The Darkening of Days

Dear Ones,

As we enter the month of December, we may notice the darkening of days. Darkness offers us an invitation to enter a space of unknowing– a space of mystery, quiet, comfort, and rest. I invite us to enter that space of contemplation– to slow down and to consider all that may be arising from the shadows.

This is also a time of much unrest and reactivity, in which these gifts of darkness are so desperately needed. Feelings of grief, anger, sorrow and hopelessness are ever-present in us as we witness the violence and trauma in the Middle East and within our own communities.

We hold the tension of our lives and the world’s divisions in our hearts. I believe our call as a community at this time is to nurture the gifts of darkness- mystery, peace, and contemplation- as we seek to respond to the world from a place of liberating love. We need space to share our feelings, to lament and light candles, to sing and cry and pray. Our evening Vespers service, held every month on the 2nd Wednesday, offers a space of gathering with a focused intention on cultivating inner and community peace in these days. Now more than ever we are invited to vigil- to lift our voices in the many languages of peace, or to allow our hearts to be moved by beautiful instrumentation and silent prayer.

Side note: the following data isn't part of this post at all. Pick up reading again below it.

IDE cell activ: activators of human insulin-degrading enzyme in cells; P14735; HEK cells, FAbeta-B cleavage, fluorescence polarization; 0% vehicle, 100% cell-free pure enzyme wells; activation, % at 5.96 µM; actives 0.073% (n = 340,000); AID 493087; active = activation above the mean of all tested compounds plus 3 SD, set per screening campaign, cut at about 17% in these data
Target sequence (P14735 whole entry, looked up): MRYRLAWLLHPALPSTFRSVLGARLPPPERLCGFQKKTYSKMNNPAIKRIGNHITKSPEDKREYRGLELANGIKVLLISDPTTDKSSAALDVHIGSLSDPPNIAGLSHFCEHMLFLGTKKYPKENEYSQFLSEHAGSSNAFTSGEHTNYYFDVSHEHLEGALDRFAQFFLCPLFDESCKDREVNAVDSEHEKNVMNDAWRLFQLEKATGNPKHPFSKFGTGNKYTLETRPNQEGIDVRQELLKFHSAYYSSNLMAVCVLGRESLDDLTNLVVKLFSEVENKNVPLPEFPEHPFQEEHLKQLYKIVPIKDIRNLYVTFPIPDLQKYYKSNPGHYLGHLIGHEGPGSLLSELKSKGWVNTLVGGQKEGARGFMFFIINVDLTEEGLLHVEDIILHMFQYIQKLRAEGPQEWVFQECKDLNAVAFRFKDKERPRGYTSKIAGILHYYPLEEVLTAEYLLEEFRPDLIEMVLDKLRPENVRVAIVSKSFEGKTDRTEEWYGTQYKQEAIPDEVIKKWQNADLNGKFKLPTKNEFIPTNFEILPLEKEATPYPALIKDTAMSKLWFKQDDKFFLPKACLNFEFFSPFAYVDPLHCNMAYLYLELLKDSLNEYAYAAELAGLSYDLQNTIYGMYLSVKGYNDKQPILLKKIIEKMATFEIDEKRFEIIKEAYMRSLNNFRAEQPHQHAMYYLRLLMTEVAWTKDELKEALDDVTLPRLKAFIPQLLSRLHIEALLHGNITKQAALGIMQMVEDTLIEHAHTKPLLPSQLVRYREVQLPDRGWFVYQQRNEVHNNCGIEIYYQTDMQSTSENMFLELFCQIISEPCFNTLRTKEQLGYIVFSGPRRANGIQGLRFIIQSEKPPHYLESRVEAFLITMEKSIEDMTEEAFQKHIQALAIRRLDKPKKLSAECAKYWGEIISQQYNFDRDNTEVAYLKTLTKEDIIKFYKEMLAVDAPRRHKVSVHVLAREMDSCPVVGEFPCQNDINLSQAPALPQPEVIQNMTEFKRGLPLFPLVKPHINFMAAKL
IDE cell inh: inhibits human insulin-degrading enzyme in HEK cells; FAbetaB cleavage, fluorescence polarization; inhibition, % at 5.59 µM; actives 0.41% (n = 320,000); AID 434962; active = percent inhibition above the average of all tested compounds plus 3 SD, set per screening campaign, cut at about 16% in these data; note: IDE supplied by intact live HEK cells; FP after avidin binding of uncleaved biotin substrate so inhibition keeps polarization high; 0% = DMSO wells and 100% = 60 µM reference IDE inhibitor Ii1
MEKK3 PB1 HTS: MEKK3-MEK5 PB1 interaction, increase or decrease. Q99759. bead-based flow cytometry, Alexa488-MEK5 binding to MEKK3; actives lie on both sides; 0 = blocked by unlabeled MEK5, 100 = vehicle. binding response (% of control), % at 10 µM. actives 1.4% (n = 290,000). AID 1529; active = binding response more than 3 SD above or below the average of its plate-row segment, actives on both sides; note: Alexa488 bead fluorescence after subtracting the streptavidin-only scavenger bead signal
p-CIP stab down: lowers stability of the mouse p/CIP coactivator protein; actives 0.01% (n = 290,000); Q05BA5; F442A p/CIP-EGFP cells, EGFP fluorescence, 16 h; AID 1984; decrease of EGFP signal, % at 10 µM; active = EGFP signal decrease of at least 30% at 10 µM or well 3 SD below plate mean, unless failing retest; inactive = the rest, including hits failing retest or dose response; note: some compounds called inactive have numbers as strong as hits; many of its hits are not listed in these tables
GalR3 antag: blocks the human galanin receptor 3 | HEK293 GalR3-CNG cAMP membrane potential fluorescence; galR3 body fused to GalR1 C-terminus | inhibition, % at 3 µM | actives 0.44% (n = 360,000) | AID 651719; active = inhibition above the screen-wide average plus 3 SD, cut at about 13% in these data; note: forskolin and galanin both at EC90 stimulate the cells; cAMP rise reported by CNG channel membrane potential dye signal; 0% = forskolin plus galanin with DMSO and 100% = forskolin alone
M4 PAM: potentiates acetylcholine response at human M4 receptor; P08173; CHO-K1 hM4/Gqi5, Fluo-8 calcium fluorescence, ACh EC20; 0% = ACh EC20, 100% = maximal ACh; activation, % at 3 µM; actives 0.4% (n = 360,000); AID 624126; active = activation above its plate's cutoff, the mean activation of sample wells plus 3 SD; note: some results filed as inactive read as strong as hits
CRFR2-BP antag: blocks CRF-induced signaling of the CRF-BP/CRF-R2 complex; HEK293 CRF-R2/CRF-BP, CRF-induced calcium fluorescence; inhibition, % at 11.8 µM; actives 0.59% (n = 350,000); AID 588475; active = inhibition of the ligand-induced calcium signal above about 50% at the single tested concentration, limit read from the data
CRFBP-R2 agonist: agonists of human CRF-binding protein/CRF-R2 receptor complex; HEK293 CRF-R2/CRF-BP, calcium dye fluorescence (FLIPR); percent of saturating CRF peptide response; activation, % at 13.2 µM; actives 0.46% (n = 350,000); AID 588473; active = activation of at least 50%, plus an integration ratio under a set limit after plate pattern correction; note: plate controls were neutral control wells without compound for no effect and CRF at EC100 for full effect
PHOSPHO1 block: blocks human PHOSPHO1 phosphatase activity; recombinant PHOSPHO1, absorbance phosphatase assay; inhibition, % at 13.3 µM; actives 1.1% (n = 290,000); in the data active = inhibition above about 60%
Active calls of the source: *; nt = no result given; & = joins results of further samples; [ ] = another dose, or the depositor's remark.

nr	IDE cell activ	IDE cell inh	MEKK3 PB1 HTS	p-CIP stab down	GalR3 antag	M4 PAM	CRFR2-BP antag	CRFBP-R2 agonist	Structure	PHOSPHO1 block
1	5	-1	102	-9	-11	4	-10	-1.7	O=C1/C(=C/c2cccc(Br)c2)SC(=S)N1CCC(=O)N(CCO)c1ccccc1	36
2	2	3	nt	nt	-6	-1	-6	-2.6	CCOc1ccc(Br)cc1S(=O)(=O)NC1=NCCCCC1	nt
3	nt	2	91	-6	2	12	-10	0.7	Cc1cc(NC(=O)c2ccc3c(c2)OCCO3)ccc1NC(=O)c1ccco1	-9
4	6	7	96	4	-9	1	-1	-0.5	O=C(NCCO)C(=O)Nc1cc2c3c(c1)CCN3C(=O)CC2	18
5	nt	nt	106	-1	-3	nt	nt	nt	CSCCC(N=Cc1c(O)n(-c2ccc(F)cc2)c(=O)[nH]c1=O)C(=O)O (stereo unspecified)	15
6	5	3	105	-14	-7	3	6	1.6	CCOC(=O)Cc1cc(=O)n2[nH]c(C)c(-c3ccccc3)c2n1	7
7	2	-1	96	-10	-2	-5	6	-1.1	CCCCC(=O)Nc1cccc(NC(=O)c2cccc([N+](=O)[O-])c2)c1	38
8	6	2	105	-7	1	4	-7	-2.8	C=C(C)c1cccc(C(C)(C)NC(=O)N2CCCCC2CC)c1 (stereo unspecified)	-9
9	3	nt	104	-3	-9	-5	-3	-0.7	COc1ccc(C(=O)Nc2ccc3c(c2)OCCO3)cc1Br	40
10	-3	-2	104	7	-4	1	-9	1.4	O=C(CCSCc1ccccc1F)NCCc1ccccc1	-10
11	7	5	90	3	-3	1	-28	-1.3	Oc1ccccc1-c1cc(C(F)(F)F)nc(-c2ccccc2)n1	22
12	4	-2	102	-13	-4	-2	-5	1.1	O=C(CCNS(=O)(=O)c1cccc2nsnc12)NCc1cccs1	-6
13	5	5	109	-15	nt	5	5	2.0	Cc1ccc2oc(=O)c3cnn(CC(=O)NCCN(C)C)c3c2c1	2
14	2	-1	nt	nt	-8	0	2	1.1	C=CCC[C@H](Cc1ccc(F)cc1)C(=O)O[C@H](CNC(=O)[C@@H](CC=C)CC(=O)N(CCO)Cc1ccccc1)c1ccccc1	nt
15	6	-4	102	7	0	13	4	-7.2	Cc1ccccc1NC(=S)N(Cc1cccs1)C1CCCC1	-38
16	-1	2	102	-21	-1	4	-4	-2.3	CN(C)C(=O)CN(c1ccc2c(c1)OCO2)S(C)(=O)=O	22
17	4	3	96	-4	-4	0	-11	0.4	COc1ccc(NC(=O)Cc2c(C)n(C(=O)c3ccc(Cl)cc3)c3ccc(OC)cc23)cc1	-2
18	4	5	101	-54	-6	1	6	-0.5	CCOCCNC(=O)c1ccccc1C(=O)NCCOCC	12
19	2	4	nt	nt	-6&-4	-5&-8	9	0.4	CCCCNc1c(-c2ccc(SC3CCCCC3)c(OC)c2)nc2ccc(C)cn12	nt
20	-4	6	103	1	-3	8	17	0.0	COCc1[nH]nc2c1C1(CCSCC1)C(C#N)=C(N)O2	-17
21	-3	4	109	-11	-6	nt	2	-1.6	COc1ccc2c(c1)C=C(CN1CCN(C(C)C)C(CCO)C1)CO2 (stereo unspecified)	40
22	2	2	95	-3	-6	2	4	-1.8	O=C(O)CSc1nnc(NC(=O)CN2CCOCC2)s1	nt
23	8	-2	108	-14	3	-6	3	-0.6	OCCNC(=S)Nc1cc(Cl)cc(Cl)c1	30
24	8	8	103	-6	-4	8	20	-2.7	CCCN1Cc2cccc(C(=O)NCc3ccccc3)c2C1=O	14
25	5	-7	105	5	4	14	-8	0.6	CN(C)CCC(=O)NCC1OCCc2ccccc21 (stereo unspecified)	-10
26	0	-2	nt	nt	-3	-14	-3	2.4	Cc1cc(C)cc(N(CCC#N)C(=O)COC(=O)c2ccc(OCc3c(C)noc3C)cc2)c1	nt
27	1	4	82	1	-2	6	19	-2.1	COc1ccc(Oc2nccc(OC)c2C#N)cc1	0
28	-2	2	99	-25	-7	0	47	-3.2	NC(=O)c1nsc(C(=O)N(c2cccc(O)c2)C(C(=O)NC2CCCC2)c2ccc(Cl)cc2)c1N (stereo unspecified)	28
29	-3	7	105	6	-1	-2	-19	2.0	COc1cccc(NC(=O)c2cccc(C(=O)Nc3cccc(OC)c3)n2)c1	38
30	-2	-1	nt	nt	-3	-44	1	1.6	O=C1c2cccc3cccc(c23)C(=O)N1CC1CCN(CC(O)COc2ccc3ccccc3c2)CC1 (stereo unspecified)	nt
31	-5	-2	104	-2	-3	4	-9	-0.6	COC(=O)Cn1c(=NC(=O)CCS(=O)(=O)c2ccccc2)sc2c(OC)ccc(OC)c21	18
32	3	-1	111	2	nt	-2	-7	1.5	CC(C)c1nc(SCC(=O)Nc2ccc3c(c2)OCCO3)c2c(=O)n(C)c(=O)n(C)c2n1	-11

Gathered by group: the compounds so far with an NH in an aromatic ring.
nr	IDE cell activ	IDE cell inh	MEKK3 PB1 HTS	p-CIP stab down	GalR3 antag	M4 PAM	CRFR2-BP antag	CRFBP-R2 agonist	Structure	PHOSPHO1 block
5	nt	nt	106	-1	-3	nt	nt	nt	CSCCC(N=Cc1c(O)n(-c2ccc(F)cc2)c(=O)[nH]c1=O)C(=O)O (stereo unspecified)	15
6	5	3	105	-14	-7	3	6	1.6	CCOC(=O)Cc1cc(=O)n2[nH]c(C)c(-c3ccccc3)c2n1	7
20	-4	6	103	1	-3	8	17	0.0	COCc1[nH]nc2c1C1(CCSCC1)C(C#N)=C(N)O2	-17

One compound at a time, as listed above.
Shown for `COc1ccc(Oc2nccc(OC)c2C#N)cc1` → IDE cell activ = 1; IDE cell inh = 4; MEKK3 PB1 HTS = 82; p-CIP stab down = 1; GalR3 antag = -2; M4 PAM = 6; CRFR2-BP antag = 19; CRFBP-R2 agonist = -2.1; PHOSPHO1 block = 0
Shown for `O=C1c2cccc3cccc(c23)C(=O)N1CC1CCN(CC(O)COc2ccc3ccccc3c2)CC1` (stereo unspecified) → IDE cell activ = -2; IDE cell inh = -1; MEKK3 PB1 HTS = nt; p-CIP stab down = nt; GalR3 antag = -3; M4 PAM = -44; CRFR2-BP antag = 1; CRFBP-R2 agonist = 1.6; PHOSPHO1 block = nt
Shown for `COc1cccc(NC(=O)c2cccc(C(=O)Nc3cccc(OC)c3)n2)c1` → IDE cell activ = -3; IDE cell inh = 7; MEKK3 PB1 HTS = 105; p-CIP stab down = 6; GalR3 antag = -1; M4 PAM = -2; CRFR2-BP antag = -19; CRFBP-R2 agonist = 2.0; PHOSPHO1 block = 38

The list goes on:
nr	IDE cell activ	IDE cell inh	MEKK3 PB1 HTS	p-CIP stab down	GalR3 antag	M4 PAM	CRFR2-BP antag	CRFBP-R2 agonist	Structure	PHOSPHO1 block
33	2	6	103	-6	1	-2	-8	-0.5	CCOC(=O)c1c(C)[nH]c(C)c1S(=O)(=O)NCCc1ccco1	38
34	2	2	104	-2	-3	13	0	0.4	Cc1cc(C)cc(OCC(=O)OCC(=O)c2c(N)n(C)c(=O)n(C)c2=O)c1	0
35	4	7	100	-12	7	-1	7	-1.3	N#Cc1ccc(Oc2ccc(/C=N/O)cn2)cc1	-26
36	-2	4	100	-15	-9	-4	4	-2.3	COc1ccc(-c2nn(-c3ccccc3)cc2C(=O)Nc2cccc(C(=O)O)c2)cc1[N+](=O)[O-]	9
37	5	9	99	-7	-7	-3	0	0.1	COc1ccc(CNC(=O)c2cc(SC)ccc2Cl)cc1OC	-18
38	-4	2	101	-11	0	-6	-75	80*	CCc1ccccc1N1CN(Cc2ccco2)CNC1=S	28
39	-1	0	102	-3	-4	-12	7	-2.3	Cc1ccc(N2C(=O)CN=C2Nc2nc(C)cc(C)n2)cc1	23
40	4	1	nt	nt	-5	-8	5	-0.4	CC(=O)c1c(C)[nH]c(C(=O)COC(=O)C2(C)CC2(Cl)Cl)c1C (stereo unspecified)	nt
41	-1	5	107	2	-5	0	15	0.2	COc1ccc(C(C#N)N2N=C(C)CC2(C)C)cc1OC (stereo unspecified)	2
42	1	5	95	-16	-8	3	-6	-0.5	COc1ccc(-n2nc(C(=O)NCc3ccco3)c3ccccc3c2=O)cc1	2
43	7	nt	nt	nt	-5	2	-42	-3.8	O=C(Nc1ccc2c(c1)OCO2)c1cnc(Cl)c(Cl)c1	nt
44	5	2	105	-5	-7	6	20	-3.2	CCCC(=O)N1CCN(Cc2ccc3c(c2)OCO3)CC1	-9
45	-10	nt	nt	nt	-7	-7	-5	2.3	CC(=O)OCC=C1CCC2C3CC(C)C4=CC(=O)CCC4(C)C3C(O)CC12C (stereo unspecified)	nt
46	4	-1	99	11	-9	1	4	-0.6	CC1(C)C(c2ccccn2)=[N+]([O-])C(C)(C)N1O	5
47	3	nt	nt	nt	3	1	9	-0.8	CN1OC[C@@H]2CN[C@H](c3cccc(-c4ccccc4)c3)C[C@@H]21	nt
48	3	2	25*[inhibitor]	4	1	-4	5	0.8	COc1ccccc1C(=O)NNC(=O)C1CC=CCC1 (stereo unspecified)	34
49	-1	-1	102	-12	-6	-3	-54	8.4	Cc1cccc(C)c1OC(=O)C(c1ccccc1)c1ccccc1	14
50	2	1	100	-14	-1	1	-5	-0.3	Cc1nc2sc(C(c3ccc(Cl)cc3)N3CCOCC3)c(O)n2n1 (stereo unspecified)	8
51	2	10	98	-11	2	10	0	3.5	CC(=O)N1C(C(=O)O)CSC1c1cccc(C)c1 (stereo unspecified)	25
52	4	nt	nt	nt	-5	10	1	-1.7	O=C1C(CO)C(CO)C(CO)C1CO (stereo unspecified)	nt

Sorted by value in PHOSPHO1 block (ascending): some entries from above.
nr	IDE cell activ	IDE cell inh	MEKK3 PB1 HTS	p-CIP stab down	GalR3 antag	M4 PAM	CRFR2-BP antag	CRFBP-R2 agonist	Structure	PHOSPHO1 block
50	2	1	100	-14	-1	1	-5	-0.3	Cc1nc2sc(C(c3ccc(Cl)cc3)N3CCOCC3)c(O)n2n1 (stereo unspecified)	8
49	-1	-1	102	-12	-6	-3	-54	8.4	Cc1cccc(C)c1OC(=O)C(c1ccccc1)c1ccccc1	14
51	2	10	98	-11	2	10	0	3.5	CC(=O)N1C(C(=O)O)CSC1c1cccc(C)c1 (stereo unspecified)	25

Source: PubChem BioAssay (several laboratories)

We are also invited to cultivate the darkness by exploring the shadows- those spaces of tension or difficult emotion that we too often subdue. The Anti-Oppression Team has been exploring ways of holding difficult conversations. We are bound by covenant in many spaces at UUC, including our small group ministries and religious education classes. Finding ways to slow down and explore when we are impacted by another’s words- however intended- is a conflict transformation skill that takes work and time. It is our work to do in these small groups, in this community.

This movement inward also calls us to speak outward from a place of liberating love. Together I urge us to speak strongly against all expressions of hate which dehumanize human beings- especially the rise of Anti-Semitism and Islamophobia which we are seeing in these times. I urge us to call for an immediate return of hostages and an end to the horrific violation of human rights and the destruction of innocent lives in Israel and Gaza. As a community of diverse identities and histories we hold many perspectives on the long-standing conflicts in the Middle East; yet as Unitarian Universalists we are called to affirm the inherent dignity of all people and to speak out against all forms of dehumanization.

In this time of darkness, let us journey both inward and outward to create the peace that is so urgently needed in our lives and in our world.

In peace,
Rev. Terri